David Baddiel, the first comedian to perform in arenas in the UK, makes his first foray into musical theatre by adapting his 2010 film, The Infidel. The plot deals with the theme of ‘identity’ – well-trodden material in the musical field and perhaps the reason the adaptation was conceived. Kev Orkian stars as Mahmud: a normal bloke, London cabbie and a Muslim. When his mother passes away, he finds his adoption papers whilst clearing out her house. On investigation, he realises that not only was he adopted, but also Jewish. This sends him on a comical adventure of stereotypes, prejudices and knowing oneself, but unfortunately, that is pretty much all you are going to get.
The musical genre allows the material to be provocative, with anything borderline offensive signed off with a nod and a wink. Baddiel’s script is thick with gags, but too many jokes fall flat and no punchline ever soars. The strength and weakness of the production is its blithe approach to potentially difficult territory. As an audience member I was kept amused, although nothing ever made me sit up and take notice. I feel that the grittier approach can hold the biggest laughs, something that Baddiel has not shied away from in past material, and which is lacking in this adaptation.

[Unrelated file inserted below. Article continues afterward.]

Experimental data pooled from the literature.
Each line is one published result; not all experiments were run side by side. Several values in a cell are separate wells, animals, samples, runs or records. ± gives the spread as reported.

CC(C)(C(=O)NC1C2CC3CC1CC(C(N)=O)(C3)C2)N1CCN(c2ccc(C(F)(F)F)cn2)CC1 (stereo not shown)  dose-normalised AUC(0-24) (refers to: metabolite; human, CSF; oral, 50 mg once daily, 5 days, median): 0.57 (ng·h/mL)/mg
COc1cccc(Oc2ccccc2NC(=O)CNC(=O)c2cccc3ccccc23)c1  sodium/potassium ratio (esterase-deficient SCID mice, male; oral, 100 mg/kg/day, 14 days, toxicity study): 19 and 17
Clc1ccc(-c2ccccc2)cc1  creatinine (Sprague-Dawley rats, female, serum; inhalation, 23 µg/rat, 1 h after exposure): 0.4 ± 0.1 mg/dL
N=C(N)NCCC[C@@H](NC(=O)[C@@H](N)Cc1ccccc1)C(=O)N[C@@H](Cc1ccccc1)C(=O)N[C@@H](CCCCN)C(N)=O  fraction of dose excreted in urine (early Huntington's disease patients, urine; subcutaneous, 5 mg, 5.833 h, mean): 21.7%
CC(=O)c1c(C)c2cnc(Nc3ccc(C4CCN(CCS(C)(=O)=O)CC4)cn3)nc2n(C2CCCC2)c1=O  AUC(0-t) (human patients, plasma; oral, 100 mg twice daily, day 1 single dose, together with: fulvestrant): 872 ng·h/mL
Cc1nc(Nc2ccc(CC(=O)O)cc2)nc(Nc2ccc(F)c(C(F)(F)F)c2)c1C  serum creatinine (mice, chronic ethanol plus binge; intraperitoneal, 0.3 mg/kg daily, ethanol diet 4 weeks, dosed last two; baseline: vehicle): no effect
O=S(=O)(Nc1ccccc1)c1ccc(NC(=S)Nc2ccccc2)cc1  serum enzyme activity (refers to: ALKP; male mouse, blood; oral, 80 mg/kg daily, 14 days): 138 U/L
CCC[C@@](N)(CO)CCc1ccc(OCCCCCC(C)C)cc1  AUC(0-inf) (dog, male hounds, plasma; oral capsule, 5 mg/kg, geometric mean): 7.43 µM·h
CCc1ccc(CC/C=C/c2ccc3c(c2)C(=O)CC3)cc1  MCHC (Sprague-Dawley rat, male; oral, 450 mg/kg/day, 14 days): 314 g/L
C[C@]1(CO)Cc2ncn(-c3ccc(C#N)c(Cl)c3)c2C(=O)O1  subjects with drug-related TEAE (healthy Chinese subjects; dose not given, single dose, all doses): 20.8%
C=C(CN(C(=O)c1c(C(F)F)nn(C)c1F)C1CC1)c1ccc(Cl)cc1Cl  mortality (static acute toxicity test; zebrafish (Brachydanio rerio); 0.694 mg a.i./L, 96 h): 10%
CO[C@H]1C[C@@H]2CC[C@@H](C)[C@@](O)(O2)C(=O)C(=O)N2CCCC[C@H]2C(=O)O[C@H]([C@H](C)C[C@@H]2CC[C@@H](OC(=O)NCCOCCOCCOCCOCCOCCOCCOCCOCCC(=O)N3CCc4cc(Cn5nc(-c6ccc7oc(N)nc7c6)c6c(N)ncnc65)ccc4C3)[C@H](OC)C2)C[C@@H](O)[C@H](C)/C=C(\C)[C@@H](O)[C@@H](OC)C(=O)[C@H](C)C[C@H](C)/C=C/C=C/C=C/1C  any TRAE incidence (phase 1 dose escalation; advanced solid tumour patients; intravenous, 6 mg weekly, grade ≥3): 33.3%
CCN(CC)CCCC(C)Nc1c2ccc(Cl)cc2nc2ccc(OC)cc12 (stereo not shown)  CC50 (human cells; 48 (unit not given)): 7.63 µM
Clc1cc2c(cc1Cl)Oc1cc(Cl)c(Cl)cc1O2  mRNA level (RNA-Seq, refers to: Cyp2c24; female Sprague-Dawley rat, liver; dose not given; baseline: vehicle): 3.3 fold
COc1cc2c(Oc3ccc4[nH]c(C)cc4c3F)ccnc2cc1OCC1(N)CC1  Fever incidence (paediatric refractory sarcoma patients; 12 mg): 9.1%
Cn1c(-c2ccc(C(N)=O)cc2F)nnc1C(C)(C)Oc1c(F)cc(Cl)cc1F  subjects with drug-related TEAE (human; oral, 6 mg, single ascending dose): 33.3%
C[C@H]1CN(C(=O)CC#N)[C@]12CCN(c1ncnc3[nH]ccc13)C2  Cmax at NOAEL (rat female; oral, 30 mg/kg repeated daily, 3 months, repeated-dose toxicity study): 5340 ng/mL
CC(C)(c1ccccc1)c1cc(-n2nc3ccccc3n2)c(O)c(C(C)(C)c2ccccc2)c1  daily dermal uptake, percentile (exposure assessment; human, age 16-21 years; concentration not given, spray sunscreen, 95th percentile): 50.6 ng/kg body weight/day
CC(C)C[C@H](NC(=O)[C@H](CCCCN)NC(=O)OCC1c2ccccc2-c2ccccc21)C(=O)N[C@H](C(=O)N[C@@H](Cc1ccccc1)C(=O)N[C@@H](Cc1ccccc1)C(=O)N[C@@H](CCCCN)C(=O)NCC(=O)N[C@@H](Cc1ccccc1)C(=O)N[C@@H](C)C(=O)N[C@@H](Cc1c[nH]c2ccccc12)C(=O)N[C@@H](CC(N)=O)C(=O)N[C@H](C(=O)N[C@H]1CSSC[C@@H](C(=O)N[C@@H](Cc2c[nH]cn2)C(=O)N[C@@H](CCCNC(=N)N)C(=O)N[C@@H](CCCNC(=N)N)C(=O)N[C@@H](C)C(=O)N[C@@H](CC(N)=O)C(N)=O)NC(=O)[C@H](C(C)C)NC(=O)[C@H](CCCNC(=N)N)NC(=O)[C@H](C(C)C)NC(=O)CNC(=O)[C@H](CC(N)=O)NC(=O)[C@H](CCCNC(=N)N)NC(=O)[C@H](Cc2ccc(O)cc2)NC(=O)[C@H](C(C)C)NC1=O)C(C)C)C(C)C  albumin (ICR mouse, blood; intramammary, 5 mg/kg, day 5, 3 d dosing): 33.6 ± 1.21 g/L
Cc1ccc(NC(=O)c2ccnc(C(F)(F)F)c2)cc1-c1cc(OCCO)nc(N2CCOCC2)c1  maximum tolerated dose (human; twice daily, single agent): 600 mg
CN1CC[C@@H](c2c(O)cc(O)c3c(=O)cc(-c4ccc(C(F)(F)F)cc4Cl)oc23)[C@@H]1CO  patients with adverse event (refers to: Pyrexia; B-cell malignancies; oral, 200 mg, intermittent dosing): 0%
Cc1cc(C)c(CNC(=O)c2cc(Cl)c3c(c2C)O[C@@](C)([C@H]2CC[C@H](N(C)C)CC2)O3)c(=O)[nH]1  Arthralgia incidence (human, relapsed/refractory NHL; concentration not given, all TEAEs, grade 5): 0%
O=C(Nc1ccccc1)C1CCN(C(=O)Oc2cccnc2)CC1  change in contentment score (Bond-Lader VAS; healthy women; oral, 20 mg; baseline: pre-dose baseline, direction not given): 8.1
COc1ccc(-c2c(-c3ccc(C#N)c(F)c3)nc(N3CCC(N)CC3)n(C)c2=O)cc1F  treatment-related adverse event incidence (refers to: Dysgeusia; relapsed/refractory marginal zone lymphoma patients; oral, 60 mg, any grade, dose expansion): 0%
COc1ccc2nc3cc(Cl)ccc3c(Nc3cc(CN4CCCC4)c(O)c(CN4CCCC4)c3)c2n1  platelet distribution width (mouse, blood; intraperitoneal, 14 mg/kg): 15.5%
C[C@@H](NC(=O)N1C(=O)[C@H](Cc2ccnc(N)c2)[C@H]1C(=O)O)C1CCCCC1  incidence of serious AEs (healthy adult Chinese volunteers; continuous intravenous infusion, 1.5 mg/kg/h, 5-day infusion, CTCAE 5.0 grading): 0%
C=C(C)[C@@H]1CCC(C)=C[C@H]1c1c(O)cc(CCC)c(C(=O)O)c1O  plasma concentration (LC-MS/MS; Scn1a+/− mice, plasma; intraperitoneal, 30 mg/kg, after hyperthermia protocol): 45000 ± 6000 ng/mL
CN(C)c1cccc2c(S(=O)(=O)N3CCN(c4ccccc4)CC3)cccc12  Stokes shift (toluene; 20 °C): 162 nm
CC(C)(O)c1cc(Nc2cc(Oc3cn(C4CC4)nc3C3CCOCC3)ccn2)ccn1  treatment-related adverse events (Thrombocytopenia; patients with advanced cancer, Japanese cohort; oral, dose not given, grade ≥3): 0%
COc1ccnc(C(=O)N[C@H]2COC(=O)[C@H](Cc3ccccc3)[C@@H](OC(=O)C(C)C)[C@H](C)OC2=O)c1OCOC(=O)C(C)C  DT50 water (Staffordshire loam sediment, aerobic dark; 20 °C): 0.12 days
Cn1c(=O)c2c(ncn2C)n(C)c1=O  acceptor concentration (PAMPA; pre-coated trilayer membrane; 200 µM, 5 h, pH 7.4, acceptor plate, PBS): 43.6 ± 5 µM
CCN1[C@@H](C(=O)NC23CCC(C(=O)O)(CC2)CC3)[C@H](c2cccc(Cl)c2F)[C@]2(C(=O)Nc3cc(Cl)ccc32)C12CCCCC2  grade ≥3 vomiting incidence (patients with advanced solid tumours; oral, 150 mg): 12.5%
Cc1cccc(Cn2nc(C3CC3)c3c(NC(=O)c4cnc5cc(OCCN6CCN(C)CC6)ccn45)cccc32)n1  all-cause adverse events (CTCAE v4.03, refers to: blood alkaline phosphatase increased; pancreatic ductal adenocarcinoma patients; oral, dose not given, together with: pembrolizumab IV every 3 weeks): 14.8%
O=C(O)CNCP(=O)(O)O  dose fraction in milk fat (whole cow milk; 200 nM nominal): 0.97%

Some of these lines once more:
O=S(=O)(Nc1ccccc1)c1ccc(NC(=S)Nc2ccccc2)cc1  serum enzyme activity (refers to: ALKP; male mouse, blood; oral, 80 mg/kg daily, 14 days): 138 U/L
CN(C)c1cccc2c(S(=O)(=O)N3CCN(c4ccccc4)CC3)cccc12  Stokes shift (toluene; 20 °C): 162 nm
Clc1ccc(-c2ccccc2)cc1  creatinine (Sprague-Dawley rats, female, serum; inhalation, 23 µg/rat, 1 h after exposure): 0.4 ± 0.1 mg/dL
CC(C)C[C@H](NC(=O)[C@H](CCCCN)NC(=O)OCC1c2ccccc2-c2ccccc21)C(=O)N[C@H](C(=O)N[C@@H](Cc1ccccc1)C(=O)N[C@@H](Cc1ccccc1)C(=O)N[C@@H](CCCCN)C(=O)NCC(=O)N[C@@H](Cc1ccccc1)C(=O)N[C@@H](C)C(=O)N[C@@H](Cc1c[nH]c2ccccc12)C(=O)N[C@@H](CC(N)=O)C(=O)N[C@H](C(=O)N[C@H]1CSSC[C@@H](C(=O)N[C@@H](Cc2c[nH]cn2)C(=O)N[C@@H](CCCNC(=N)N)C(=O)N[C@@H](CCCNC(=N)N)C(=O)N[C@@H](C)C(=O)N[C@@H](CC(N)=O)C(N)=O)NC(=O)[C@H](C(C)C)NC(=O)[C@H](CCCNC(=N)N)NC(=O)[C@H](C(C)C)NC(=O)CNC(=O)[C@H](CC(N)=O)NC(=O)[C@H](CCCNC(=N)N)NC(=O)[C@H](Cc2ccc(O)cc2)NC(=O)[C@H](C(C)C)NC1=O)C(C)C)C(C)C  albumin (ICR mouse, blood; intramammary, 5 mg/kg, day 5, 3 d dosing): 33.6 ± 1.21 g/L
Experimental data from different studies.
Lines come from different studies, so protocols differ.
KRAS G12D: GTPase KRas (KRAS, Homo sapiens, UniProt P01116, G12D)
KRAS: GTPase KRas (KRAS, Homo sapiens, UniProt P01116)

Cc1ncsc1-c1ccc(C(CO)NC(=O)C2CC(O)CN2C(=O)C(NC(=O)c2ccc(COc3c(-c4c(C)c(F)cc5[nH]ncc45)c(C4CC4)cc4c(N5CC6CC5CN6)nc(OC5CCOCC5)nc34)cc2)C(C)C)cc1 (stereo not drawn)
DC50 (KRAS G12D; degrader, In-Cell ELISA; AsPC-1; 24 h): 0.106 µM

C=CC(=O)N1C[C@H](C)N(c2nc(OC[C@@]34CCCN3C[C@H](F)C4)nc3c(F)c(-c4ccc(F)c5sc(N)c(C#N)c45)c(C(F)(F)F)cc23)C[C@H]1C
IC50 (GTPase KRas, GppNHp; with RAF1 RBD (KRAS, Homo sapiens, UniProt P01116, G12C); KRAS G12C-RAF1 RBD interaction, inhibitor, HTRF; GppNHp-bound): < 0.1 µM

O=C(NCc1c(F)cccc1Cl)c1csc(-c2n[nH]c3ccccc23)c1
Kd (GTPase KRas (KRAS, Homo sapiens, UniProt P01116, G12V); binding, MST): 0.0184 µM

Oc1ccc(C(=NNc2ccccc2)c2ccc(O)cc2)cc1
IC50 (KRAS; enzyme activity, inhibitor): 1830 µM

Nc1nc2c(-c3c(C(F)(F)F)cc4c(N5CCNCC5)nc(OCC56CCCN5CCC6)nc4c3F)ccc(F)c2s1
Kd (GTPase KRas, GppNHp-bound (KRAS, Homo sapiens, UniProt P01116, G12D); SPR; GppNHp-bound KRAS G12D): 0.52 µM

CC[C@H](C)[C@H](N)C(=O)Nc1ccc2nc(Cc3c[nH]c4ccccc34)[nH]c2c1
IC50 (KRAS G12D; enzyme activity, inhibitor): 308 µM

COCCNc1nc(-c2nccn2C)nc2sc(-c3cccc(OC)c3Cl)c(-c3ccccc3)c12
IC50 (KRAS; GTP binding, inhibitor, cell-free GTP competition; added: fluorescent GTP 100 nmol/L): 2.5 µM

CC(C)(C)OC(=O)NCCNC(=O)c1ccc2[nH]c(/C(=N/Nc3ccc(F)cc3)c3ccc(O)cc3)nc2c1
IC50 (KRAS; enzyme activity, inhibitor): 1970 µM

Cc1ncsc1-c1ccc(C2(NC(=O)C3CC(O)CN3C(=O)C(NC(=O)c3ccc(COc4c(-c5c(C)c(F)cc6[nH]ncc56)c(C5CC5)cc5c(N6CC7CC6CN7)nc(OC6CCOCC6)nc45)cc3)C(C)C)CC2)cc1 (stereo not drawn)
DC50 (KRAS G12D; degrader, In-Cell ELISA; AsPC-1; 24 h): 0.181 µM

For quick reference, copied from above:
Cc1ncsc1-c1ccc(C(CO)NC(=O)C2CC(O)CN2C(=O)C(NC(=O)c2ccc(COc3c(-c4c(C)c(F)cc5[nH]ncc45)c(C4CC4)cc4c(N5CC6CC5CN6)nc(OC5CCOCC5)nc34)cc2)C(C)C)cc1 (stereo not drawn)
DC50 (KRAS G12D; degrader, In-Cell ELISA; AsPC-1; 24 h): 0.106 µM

Erran Baron Cohen’s musical accompaniment is disappointing, creating generic musical tunes that are forgotten almost immediately. I understand that their angle is to emulate other musicals, albeit with an unconventional plot. However, in doing so, the songs become a victim of their own intention, lost amongst a plethora of predictable West End show tunes. Moreover, Baddiel’s lyrics feel clumsy, speeding up vocal tempo to cram in lyrics. As a punchline this only works once or twice, getting tiresome quickly.
The cast strike a welcome balance between keeping it upbeat, but never too hammy. Orkian is a strong lead as the sympathetic every-man, with some moments of great physical comedy and timing. The scenes with Mahmud and Andrew Paul as Lenny, Mahmud’s former Jewish enemy-turned-teacher, are the most fruitful as they learn together that they are not all that different.
Nick Barnes’s set design is effective in establishing location, predominately using doors to achieve this. There is nothing particularly creative in this department, but it serves its purpose and matches the overall flavour. The simple sets allow for quick scene changes and keep the action moving, something much needed to combat the overly long running time of two-and-a-half hours.
I am sure that directors Baddiel and Kerry Michael achieve their vision: they have conjured a familiar musical experience with the plot of Baddiel’s hit film, The Infidel. It is a light-hearted romp with a modest message that we are not defined by our race, religion or belief, but do not expect to remember much about it the next day.
The Infidel: The Musical is playing at the Theatre Royal Stratford East until 15 November. For more information and tickets, see the Theatre Royal Stratford East website.
Photo by Robert Day.